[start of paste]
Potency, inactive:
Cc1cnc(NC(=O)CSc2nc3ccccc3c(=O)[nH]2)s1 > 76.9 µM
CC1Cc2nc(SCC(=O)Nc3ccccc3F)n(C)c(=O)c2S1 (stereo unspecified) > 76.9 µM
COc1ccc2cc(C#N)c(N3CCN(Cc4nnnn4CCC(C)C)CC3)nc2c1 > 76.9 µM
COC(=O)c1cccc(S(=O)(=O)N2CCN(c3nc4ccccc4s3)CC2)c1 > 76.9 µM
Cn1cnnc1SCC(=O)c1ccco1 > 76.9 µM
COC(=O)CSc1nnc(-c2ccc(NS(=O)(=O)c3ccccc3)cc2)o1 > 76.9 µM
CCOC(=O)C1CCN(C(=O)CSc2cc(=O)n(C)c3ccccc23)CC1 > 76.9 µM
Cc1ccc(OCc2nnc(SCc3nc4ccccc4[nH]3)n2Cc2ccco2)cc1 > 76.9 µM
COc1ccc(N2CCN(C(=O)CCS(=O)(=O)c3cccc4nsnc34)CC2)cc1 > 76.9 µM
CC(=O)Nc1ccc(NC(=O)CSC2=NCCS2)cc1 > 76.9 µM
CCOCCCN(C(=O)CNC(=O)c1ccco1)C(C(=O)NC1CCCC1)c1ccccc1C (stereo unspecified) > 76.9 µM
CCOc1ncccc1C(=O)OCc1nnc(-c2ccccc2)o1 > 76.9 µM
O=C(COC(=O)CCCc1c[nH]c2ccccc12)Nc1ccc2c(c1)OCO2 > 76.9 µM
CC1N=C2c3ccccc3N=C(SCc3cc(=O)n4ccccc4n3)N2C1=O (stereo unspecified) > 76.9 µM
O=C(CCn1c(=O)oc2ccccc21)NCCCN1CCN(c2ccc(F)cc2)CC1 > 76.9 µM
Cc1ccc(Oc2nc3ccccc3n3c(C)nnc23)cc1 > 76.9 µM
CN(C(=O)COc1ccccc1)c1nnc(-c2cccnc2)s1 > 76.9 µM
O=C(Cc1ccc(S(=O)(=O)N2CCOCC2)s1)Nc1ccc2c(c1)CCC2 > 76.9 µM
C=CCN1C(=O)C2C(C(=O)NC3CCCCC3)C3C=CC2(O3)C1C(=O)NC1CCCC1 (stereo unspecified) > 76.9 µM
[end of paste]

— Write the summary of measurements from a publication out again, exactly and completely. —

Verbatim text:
Potency, inactive:
Cc1cnc(NC(=O)CSc2nc3ccccc3c(=O)[nH]2)s1 > 76.9 µM
CC1Cc2nc(SCC(=O)Nc3ccccc3F)n(C)c(=O)c2S1 (stereo unspecified) > 76.9 µM
COc1ccc2cc(C#N)c(N3CCN(Cc4nnnn4CCC(C)C)CC3)nc2c1 > 76.9 µM
COC(=O)c1cccc(S(=O)(=O)N2CCN(c3nc4ccccc4s3)CC2)c1 > 76.9 µM
Cn1cnnc1SCC(=O)c1ccco1 > 76.9 µM
COC(=O)CSc1nnc(-c2ccc(NS(=O)(=O)c3ccccc3)cc2)o1 > 76.9 µM
CCOC(=O)C1CCN(C(=O)CSc2cc(=O)n(C)c3ccccc23)CC1 > 76.9 µM
Cc1ccc(OCc2nnc(SCc3nc4ccccc4[nH]3)n2Cc2ccco2)cc1 > 76.9 µM
COc1ccc(N2CCN(C(=O)CCS(=O)(=O)c3cccc4nsnc34)CC2)cc1 > 76.9 µM
CC(=O)Nc1ccc(NC(=O)CSC2=NCCS2)cc1 > 76.9 µM
CCOCCCN(C(=O)CNC(=O)c1ccco1)C(C(=O)NC1CCCC1)c1ccccc1C (stereo unspecified) > 76.9 µM
CCOc1ncccc1C(=O)OCc1nnc(-c2ccccc2)o1 > 76.9 µM
O=C(COC(=O)CCCc1c[nH]c2ccccc12)Nc1ccc2c(c1)OCO2 > 76.9 µM
CC1N=C2c3ccccc3N=C(SCc3cc(=O)n4ccccc4n3)N2C1=O (stereo unspecified) > 76.9 µM
O=C(CCn1c(=O)oc2ccccc21)NCCCN1CCN(c2ccc(F)cc2)CC1 > 76.9 µM
Cc1ccc(Oc2nc3ccccc3n3c(C)nnc23)cc1 > 76.9 µM
CN(C(=O)COc1ccccc1)c1nnc(-c2cccnc2)s1 > 76.9 µM
O=C(Cc1ccc(S(=O)(=O)N2CCOCC2)s1)Nc1ccc2c(c1)CCC2 > 76.9 µM
C=CCN1C(=O)C2C(C(=O)NC3CCCCC3)C3C=CC2(O3)C1C(=O)NC1CCCC1 (stereo unspecified) > 76.9 µM